Arnold Palmer Invitational Preview, Picks & Analysis
Post by Sports Writer Derek Clements
THERE will be an air of sadness and more than a few tears shed at Bay Hill when the Arnold Palmer Invitational gets under way at the course that the late King put on the map. Every past winner of this tournament will tell you that being greeted by Palmer as they walked off the final green was just about as good as it got.
They all know the huge debt of gratitude that they owe Arnie, who died last year and whose memory will cast a giant shadow over the event. Palmer played golf in a swashbuckling manner and loved the way that Phil Mickelson and Rory McIlroy went about their business.
Tiger Woods is an eight-time champion and should have been here, but is still laid low by injury. It was won in 2010 by Ernie Els, by Martin Laird in 2011, by Woods in 2012 and 2013, by Matt Every in 2014 and 2014 and by Jason Day 12 months ago.
World No 1 Dustin Johnson is giving the tournament a miss as he prepares for the WGC World Matchplay Championship.
As long as he has had no reaction to his rib injury after his comeback at the WGC-Mexico Championship, McIlroy will be in the field, looking to finally kick-start his season with victory in what will be only his third event. He would be the first to admit that it hardly represents ideal preparation for The Masters at Augusta next month. But despite being seriously undercooked in Mexico, there was plenty for him to be happy about. He struck the ball well, consistently outhitting Johnson from the tee - and you can count the number of people capable of doing that on the fingers of one hand.
McIlroy played wonderful golf for two days before it all caught up with him, but he was delighted with his performance. Most encouraging of all was that the Northern Irishman putted well. Surprisingly, it was his iron play that let him down. He will have spent the past few days smoothing out the kinks and will be the man to beat at Bay Hill. Arnie would approve if he should win.
He would also approve of Thomas Pieters, a young man who also hits the ball into the middle of next week. The Belgian was one of a number of European golfers who performed well in Mexico City, thus confirming that he has the perfect game to thrive on the PGA Tour. Pieters seems to get better with every passing week, and it surely cannot belong before he enjoys a breakthrough victory. And precisely the same thing can be said of England's Tyrrell Hatton. He spent a long time losing his temper while doubting that he had the game to win at the highest level, but 2016 was the year that changed all that.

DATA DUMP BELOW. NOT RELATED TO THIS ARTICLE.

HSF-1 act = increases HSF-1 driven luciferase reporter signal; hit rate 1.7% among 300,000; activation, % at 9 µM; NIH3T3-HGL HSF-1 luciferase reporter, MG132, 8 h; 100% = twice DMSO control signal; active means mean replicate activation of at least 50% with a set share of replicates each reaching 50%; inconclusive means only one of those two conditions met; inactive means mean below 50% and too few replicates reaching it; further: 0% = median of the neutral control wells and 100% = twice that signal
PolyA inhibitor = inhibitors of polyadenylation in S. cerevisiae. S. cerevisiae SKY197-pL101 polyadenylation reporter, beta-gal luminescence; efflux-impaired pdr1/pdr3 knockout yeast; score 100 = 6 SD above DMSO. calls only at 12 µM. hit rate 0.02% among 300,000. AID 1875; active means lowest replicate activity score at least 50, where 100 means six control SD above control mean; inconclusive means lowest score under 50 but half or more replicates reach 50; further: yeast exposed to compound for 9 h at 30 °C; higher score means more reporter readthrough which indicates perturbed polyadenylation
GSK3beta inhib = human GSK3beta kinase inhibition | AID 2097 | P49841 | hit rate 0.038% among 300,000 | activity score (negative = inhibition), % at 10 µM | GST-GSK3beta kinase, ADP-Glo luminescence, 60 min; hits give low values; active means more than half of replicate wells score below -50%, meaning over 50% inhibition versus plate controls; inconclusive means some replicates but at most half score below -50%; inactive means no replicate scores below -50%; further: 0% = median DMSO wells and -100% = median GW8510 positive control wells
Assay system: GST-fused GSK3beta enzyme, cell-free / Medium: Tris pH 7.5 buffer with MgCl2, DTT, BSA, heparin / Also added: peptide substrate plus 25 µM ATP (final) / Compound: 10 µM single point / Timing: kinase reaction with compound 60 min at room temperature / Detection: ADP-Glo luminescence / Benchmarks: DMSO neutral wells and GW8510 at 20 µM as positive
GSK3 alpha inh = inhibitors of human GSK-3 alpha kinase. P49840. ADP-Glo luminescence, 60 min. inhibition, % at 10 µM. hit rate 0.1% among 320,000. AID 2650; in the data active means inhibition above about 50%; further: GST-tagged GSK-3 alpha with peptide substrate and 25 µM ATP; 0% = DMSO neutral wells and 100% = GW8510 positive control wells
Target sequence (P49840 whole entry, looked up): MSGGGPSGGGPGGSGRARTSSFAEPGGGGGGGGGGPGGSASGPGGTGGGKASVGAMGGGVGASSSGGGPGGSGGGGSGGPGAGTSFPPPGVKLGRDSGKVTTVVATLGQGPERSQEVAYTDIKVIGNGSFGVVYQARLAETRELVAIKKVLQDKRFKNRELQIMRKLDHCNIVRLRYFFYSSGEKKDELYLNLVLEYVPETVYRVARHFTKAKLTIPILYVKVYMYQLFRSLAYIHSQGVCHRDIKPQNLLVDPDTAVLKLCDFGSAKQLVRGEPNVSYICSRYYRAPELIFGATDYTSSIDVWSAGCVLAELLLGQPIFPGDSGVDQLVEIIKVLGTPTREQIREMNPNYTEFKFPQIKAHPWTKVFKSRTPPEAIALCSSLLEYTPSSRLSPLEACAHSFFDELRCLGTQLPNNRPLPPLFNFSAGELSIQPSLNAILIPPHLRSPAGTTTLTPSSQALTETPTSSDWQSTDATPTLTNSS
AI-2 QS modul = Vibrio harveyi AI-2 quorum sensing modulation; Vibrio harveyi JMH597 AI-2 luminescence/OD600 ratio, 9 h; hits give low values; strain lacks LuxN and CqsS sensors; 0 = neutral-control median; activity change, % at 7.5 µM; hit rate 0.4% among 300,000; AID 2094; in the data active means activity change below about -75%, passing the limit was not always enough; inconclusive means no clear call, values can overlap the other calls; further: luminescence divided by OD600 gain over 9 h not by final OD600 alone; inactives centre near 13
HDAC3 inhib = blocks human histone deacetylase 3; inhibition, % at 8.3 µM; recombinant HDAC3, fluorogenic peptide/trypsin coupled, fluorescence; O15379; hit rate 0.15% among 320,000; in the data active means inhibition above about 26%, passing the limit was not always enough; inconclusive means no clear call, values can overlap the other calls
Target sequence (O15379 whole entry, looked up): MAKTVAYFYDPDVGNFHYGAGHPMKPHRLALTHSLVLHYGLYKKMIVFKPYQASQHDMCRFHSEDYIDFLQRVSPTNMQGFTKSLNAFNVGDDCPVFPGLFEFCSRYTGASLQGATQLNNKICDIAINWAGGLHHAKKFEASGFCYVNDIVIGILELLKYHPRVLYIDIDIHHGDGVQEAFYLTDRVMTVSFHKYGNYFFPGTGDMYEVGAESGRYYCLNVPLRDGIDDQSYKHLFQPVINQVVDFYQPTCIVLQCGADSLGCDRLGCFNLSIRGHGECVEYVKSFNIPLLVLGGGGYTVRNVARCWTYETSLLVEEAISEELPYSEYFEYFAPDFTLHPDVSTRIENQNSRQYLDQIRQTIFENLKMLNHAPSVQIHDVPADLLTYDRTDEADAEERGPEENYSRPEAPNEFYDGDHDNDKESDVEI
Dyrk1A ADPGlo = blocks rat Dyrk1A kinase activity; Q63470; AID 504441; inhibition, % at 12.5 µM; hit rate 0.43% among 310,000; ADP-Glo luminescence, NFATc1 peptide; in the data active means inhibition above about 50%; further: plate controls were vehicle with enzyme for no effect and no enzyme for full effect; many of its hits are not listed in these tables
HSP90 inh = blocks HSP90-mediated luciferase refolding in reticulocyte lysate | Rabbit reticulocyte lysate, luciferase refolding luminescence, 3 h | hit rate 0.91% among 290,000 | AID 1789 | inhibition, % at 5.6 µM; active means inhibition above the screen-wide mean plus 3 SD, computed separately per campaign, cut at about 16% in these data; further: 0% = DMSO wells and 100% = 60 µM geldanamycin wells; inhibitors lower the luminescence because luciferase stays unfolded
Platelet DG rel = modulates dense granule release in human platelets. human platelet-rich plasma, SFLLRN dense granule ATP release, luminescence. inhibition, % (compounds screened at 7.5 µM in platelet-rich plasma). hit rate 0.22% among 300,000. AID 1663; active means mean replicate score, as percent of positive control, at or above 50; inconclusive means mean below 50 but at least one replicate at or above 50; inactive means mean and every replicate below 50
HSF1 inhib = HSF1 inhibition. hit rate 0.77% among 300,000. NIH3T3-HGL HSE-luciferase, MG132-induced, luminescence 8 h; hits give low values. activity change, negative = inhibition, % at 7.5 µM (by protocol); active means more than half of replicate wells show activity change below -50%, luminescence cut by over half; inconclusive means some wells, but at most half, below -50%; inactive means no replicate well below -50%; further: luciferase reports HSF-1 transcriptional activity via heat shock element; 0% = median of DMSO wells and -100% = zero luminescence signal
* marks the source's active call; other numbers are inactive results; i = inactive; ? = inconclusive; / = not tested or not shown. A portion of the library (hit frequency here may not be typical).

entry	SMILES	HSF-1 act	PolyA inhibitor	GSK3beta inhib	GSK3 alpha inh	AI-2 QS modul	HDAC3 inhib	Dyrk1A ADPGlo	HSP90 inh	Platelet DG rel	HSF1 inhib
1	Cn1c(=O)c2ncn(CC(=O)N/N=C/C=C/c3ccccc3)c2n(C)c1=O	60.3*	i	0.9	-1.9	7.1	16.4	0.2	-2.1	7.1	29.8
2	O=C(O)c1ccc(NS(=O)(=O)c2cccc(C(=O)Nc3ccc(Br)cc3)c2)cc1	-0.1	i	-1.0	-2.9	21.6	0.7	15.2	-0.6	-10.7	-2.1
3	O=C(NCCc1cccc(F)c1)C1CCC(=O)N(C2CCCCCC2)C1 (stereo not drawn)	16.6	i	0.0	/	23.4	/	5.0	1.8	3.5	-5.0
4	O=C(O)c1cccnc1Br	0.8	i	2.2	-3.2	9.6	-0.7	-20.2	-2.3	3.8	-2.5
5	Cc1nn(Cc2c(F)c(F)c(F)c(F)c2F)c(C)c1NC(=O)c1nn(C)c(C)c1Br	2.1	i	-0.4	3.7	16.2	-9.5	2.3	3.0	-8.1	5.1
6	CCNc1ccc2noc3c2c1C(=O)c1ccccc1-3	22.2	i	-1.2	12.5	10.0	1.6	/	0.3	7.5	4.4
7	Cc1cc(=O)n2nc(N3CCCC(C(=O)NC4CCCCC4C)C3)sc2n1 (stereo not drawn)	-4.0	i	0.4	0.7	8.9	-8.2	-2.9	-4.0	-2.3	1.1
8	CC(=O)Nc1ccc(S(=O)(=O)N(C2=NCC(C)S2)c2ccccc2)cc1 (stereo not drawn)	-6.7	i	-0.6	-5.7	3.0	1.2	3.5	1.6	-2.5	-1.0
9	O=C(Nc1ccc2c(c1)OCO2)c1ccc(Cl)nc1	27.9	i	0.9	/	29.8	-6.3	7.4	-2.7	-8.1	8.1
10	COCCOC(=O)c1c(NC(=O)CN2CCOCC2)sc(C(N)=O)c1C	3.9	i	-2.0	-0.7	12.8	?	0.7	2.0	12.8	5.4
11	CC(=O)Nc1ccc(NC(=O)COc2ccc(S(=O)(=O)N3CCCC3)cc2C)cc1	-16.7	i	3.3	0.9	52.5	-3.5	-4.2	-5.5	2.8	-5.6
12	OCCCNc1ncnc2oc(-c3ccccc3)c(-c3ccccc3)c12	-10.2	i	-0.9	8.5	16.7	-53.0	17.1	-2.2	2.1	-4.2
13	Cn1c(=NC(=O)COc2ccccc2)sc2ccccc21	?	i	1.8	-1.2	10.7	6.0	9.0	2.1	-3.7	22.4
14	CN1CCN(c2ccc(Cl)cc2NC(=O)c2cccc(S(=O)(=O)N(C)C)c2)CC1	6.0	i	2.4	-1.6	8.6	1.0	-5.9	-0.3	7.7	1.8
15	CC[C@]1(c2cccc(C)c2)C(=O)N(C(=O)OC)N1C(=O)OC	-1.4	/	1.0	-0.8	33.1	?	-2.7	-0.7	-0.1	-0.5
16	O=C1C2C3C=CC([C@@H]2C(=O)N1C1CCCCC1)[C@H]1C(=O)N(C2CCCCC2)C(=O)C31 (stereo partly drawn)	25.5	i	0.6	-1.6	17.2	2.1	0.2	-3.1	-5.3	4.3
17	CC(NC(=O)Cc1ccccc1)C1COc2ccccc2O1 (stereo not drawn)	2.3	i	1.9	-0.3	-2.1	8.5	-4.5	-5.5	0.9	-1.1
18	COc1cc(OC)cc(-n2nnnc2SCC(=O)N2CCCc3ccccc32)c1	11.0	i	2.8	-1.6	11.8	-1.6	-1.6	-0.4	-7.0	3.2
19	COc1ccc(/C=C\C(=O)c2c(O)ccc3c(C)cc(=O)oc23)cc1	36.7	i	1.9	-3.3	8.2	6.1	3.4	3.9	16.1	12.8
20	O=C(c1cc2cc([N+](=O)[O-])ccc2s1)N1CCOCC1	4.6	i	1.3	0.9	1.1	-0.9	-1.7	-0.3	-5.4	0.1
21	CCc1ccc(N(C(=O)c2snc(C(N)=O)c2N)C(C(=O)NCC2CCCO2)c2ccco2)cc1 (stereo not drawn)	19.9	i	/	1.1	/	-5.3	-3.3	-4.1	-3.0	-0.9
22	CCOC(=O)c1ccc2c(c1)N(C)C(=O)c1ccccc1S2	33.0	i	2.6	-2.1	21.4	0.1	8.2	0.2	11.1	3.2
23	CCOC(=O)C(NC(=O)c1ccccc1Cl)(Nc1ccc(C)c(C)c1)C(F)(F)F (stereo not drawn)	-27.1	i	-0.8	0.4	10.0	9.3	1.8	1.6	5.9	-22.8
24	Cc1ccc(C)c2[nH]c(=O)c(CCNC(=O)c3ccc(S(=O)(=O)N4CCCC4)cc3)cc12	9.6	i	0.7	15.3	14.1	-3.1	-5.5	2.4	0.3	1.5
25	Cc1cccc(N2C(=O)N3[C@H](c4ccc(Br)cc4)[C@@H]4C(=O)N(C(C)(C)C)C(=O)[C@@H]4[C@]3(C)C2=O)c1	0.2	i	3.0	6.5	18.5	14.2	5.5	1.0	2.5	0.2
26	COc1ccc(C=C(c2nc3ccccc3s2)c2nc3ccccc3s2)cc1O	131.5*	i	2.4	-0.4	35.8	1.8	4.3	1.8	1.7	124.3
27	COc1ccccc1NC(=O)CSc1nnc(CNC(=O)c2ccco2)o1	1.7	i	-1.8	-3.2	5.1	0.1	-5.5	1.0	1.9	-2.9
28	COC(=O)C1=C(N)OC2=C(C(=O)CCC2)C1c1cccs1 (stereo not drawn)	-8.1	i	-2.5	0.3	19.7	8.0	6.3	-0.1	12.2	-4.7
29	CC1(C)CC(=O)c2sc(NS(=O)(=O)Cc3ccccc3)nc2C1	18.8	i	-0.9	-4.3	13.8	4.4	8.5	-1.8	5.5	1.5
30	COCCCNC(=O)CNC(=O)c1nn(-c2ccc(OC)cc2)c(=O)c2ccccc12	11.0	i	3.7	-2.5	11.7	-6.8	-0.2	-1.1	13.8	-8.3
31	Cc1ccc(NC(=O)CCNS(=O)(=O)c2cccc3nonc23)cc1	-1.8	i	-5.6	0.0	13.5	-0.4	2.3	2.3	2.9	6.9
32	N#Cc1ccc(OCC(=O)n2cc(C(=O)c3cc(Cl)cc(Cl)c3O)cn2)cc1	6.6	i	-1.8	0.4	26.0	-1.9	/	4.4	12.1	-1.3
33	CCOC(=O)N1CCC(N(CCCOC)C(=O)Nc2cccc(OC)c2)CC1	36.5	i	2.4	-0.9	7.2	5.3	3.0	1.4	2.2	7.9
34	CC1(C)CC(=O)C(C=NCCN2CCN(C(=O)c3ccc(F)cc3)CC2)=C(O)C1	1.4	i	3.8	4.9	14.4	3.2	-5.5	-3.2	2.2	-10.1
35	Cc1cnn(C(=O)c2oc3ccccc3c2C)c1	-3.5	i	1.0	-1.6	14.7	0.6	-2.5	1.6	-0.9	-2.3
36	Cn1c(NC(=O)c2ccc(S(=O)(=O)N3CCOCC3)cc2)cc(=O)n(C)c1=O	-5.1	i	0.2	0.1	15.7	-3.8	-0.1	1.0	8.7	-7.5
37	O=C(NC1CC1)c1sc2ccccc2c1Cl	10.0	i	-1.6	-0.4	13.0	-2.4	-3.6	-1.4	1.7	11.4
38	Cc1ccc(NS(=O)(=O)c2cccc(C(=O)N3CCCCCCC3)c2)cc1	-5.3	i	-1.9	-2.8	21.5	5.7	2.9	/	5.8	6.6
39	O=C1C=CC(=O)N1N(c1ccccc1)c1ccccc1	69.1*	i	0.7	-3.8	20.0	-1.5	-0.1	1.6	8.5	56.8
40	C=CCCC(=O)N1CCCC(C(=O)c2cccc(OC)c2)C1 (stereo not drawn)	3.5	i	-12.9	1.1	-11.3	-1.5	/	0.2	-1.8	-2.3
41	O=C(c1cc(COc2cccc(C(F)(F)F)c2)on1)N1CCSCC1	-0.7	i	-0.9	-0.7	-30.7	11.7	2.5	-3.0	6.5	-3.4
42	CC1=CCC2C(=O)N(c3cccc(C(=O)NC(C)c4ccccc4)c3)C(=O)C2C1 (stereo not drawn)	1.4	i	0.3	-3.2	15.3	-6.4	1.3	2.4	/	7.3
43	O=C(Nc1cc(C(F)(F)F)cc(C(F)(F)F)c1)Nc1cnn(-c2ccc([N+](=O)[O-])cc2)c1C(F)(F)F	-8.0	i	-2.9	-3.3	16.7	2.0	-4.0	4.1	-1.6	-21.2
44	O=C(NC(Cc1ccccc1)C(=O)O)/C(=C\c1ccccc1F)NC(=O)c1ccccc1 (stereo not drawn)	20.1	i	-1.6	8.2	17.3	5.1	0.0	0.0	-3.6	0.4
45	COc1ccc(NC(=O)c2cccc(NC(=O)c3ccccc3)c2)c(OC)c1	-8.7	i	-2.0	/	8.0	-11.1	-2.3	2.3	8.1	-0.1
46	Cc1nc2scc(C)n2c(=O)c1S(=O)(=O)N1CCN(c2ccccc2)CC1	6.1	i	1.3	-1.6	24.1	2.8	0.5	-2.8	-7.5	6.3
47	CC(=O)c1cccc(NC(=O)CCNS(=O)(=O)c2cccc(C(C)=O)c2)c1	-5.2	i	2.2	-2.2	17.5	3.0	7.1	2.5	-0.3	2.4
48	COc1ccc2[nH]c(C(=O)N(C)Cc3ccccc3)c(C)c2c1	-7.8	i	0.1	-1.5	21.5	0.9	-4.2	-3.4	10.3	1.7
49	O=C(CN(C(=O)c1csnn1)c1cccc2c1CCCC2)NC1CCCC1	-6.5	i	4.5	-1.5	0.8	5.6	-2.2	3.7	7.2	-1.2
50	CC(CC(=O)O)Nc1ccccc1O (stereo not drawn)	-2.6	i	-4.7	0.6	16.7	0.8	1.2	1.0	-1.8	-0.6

After a number of close calls, he won the Alfred Dunhill Links Championship at St. Andrews, and has continued to go from strength to strength. It should surprise nobody that his terrific form has continued on the other side of the pond. He has already contended twice and looks absolutely at home in this environment. English golf is in fantastic shape right now, with Hatton, Tommy Fleetwood and Matt Fitzpatrick leading the charge, and that is without considering the continuing merits of the likes of Paul Casey and Justin Rose.
Fleetwood is a slight figure with a very powerful golf swing. Having struggled for form, he went back to basics and is living up to his huge potential. Despite struggling for consistency on the greens, where he has adopted the claw grip, he leads the Race to Dubai by a distance at this early stage of the season. Having won in Abu Dhabi and finished second in Mexico, his confidence is at an all-time high, but Bay Hill may not suit his game.
Rose, on the other hand, adores this place. With thick rough and well-placed bunkers, it requires a strategic approach and there is nobody better on a tough golf course than the Englishman. Rose has made a steady start to 2017 but feels that his best game is not far away. He has also tinkered with assorted putting grips, but when he turns up at a venue and puts on a display on the greens then everybody else had better look out.
Day has recovered from his latest injury and will defend his title, but the magic appears to have gone from his game. Here's a useful suggestion Jason: forget all that closing-the-eyes nonsense and try just walking up to the ball and hitting it. If ever there was a golfer who gets in his own way, it is Day. Too much thinking, too much analysis, too much time. Just get on with it and try to enjoy yourself.
Rory McIlroy. Watch him go this week
Tyrrell Hatton. Has become so consistent
Rickie Fowler. A winner again
Rory McIlroy. Fully fit once more
Tyrrell Hatton. Loving his time in the USA
Rickie Fowler. Good outside bet for The Masters
Tommy Fleetwood. Happy at this level
Ollie Schniederjans. Looks the part
Patrick Rodgers. Great prospect
Justin Rose. Loves this place
Thomas Pieters. Made for the PGA Tour
Hideki Matsuyama. Having the year of his life
Henrik Stenson. Hard to bet against the big Swede
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